5 1. Online resources may not be available to students to facilitate the matriculation processes (from admissions through follow-up) due to lack of leadership, best practices and professional assistance to develop the services. 2. Online assessment is not available to students. 3. Online advising is inadequate to meet student demands. 4. Online educational planning is not available to students. 5. The current processes are cumbersome, involving many disparate system interactions. 6. Students must use multiple systems for technology-mediated learning and student services. 7. There is no opportunity to earn an online degree. 8. Faculty lack training in technology and pedagogy for teaching technology mediated courses, making the student experience less fulfilling. Student Experience 1: Provide technical and design support to assist faculty in the use of technology in the teaching and learning process. Student Experience 2: Provide technical and design support to assist faculty and staff in the use of technology for support of the matriculation process. Student Experience 3: Encourage development of hybrid course offerings to bring practical applications into the classroom. Student Experience 4: Survey students on their experience to identify priority needs and demands for self-service model. Student Experience 5: Provide a completely wireless environment to provide greater access to the Internet by students. Current Actions to Meet Goals 1. Evaluation and selection of a new Educational Information System (EIS), which would provide a more user-friendly online registration system for students and would allow better integration of student support subsystems, is under way. 2. Work is proceeding on an Early Alert system tracking student progress and alerting relevant faculty and staff of performance issues. 3. The Technology Resources Group is in the early planning stages of designing a suite of online student support services from registration through transfer or graduation. 4. Staff hired to support faculty development of distance learning and technologymediated courses. 5. The adoption of Moodle as an open source learning management system will facilitate a consistent user experience. 6. Wireless networking is being implemented campuswide. For Approval by College Council on Oct. 28, 2010 Page 5 of 11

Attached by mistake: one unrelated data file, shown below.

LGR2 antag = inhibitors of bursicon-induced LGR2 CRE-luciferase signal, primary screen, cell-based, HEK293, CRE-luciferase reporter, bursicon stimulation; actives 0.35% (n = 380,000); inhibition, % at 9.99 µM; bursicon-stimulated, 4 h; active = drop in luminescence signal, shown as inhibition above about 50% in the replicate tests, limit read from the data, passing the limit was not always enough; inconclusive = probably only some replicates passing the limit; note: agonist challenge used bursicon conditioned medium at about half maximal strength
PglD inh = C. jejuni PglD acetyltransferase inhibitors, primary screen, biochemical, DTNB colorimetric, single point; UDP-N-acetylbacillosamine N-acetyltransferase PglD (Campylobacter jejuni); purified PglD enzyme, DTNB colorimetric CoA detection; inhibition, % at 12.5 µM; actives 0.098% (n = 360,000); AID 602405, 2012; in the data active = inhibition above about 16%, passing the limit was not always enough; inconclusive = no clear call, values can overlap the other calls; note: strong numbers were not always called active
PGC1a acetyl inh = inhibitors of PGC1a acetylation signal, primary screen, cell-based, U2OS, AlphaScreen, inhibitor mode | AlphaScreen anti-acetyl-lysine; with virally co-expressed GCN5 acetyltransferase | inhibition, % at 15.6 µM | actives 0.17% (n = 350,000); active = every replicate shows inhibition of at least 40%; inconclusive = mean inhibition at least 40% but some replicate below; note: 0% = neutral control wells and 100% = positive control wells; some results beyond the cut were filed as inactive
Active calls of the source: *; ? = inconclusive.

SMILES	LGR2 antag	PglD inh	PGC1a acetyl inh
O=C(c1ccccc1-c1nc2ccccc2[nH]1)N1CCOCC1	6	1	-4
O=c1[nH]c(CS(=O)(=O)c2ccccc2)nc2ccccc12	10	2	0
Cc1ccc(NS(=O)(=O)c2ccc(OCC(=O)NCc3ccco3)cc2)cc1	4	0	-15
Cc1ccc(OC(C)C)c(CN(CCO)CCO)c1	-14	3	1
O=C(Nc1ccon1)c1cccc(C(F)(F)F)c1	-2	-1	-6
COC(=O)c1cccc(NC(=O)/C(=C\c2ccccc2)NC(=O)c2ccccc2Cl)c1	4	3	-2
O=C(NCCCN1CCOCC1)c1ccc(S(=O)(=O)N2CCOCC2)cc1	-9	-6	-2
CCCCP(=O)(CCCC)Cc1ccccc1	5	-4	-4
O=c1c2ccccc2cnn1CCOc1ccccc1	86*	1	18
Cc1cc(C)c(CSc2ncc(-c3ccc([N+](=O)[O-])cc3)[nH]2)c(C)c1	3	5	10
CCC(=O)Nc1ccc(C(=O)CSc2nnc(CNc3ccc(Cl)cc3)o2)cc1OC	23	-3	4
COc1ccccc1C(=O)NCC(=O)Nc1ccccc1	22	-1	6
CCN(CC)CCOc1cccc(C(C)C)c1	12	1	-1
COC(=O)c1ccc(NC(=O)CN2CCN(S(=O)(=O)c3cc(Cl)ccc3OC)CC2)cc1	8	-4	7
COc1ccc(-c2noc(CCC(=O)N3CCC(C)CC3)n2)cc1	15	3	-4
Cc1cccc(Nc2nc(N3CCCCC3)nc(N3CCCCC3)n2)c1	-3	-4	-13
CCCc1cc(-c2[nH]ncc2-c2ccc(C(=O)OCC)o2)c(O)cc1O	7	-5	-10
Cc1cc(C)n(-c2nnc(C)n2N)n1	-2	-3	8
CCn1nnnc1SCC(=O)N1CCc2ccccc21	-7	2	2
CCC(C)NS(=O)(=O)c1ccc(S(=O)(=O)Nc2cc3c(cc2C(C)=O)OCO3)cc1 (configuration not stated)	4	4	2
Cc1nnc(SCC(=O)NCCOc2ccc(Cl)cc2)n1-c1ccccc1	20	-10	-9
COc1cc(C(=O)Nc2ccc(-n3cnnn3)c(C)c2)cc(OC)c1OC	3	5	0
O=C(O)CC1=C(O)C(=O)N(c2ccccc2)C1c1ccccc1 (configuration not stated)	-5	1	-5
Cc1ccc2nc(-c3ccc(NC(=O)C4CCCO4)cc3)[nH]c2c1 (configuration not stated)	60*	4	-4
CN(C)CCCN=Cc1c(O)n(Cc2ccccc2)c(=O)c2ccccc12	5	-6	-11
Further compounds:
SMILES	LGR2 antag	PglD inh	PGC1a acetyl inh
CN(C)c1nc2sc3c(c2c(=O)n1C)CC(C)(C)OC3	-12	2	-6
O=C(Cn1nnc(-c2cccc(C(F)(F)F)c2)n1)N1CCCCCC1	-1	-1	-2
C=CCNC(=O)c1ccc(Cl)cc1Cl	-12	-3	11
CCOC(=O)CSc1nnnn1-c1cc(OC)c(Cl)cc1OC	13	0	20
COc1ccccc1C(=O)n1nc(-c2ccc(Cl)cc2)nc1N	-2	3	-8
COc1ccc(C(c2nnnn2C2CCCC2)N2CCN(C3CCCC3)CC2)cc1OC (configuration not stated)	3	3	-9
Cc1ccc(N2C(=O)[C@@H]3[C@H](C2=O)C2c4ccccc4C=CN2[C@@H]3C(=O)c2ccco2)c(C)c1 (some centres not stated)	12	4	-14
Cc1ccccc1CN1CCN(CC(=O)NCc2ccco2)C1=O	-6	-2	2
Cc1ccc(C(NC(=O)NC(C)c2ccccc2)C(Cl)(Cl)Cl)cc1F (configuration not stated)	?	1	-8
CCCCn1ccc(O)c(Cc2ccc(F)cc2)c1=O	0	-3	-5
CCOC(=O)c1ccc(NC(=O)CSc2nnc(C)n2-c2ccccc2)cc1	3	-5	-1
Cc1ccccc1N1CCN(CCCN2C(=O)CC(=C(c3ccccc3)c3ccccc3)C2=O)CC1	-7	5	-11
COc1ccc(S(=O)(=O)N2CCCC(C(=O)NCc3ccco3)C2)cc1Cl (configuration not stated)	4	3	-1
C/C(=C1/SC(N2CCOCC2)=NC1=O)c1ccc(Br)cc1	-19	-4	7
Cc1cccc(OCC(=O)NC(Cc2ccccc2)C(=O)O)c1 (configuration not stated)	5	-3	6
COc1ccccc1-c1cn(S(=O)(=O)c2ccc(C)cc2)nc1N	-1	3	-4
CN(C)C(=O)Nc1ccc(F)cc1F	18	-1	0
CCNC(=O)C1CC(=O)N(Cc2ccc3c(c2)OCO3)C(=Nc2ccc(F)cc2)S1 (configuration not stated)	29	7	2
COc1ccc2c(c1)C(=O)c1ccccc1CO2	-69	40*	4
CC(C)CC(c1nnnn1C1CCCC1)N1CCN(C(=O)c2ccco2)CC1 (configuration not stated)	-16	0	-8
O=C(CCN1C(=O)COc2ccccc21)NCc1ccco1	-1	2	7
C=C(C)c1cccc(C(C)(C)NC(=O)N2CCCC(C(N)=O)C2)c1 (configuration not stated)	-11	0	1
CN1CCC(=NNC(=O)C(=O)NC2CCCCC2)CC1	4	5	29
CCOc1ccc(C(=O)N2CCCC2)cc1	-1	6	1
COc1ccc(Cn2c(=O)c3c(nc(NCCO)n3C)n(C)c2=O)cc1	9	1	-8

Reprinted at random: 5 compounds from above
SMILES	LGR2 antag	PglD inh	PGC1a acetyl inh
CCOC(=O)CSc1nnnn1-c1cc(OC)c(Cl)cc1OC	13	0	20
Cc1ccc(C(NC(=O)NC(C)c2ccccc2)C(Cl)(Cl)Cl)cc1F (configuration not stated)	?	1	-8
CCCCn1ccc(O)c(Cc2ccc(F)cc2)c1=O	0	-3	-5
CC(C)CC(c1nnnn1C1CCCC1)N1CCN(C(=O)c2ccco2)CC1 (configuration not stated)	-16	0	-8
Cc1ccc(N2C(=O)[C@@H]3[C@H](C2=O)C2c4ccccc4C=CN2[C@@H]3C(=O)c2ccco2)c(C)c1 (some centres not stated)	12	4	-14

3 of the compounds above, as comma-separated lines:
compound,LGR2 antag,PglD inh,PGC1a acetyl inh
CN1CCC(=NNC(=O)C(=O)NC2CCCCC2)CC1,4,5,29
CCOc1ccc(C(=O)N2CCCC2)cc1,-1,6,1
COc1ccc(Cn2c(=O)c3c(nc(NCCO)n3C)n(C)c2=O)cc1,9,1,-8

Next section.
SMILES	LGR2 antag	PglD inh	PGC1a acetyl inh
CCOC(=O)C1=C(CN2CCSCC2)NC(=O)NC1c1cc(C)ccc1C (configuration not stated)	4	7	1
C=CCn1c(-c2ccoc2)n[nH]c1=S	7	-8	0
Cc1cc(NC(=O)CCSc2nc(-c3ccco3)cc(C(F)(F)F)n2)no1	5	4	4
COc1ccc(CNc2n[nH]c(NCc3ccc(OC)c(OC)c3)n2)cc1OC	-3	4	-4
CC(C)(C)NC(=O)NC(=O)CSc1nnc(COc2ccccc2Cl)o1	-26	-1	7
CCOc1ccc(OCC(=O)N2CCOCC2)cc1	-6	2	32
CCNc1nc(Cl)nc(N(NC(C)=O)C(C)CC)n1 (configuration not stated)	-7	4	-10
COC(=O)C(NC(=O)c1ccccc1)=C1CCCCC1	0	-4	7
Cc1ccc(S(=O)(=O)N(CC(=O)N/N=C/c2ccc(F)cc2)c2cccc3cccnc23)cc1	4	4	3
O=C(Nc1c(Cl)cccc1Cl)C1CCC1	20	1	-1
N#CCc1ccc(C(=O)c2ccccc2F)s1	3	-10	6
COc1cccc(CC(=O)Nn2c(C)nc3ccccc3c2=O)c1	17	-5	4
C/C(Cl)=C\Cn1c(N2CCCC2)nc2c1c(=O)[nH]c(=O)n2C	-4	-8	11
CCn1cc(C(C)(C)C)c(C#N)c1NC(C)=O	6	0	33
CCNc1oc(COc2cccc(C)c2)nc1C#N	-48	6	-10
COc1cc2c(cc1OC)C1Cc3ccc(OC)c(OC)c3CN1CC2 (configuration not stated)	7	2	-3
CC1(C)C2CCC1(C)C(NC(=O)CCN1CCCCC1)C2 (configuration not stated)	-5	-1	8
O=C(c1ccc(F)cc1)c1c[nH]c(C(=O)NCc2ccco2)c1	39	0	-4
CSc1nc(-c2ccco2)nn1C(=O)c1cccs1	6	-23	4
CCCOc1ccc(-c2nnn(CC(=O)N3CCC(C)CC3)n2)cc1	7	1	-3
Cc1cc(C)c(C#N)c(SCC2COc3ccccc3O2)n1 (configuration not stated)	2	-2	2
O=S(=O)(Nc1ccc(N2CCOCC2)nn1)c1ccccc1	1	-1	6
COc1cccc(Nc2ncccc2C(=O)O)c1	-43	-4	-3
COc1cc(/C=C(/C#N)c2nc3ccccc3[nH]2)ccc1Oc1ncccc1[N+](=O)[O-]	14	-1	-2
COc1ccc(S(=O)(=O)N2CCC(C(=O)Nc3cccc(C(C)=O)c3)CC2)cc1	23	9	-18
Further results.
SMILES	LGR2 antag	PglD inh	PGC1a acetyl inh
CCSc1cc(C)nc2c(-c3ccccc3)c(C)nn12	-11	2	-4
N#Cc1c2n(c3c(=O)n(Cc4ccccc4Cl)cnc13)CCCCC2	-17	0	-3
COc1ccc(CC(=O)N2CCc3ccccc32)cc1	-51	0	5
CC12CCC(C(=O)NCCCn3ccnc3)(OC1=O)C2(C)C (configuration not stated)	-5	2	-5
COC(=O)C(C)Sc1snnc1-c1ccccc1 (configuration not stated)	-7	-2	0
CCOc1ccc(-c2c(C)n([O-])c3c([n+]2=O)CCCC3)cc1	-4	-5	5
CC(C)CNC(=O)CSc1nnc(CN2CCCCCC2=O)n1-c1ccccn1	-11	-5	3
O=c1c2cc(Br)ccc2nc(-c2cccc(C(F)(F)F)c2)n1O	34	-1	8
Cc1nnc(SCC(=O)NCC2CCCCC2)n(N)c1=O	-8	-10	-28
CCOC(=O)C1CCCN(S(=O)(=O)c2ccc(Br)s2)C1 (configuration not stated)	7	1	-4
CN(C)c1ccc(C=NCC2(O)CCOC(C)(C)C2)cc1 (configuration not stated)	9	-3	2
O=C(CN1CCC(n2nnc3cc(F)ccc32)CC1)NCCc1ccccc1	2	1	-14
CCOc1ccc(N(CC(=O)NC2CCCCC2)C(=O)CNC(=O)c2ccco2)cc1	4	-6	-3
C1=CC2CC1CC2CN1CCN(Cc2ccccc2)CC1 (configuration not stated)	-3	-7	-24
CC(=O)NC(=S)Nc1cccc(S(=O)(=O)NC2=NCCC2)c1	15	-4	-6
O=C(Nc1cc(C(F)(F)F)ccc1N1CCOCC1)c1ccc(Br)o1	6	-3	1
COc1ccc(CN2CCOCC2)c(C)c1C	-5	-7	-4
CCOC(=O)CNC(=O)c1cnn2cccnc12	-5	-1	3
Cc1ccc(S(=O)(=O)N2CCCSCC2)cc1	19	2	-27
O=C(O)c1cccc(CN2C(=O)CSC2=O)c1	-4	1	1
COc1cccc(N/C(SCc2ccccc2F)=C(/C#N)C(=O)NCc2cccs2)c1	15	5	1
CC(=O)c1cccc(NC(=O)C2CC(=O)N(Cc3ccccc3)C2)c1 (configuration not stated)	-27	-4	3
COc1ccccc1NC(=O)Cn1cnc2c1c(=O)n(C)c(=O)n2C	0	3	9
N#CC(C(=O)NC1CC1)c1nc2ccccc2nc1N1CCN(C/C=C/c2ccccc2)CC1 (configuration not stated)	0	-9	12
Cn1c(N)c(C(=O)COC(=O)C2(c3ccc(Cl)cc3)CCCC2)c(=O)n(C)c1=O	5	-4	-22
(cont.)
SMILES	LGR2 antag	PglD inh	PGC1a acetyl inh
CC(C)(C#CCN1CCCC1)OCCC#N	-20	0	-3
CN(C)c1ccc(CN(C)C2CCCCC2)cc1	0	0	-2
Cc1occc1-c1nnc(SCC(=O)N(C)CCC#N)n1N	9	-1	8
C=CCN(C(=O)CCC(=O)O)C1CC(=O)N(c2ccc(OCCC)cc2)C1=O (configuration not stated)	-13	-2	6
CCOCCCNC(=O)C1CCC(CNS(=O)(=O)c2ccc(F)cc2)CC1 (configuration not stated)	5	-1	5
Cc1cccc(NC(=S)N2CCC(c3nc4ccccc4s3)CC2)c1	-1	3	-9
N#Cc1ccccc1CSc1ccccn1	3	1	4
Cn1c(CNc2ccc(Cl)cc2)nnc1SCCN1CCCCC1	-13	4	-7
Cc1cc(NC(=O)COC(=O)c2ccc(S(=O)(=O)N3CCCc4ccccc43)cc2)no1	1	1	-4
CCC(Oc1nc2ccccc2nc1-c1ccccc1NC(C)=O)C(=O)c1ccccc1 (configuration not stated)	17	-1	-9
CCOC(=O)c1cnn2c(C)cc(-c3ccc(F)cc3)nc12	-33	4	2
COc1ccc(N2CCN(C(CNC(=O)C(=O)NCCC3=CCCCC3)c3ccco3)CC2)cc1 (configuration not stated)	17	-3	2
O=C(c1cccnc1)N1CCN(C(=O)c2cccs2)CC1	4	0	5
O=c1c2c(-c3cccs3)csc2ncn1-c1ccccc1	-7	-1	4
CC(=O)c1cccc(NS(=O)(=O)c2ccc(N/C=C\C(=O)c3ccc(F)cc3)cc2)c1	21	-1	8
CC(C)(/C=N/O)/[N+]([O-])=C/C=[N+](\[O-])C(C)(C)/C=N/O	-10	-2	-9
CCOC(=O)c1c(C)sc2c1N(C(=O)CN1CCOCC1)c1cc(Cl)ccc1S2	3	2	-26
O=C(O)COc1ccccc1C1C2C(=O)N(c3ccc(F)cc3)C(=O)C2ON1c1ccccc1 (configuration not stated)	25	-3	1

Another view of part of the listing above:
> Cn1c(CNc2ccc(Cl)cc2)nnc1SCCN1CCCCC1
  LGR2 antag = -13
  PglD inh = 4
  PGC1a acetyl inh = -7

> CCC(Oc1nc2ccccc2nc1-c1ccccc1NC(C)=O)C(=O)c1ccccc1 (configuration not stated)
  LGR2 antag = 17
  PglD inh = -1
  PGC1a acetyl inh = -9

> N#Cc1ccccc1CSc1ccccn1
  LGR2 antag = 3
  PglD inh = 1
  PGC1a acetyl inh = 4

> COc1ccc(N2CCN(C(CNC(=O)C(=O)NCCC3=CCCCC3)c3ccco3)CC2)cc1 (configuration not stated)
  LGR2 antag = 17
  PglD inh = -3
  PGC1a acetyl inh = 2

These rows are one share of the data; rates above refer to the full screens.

6 7. Portal implementation is providing students, faculty and staff with better access to campus resources, services and online course materials. Future Actions to meet Goals 1. Research best practices and technologies being used by other colleges. 2. Obtain additional staff, including a director or coordinator, to facilitate the development and direction for implementing online technologies. 3. Enhance and support a full service portal for faculty, staff and students. Critical Issue 3: Security, Reliability, Access Collaborating with district Educational Technology Services (ETS) to provide, implement and support appropriate and secure campus information technology. 1. De Anza College has numerous systems on our network. These include student lab computers, faculty and staff systems, and computers in departments that have inadequate technical support. 2. The technology climate at De Anza incorporates a mixed model in which centralized, distributed and autonomous systems coexist. There is a lack of awareness concerning the security implications of this environment. Effectively educating the campus community on computer security issues is also impeded by the lack of training and resources. 3. Processes and practices for safe and secure computing across the campus are insufficient. 1. Technology refresh has been limited by lack of resources and lack of a prioritization scheme during budget planning. 2. Staff resources in most departments have been stretched due to budget cuts. 3. Data contained on staff and faculty machines are not automatically backed up. 4. No central repository exists for sharing documents. Security, Reliability, Access 1: Communicate security risks and potential solutions to all campus employees and students on a regular basis. Security, Reliability, Access 2: Promote the use of technologies, such as MyPortal/Banner and workflow processing, to automate routine tasks and paperwork. For Approval by College Council on Oct. 28, 2010 Page 6 of 11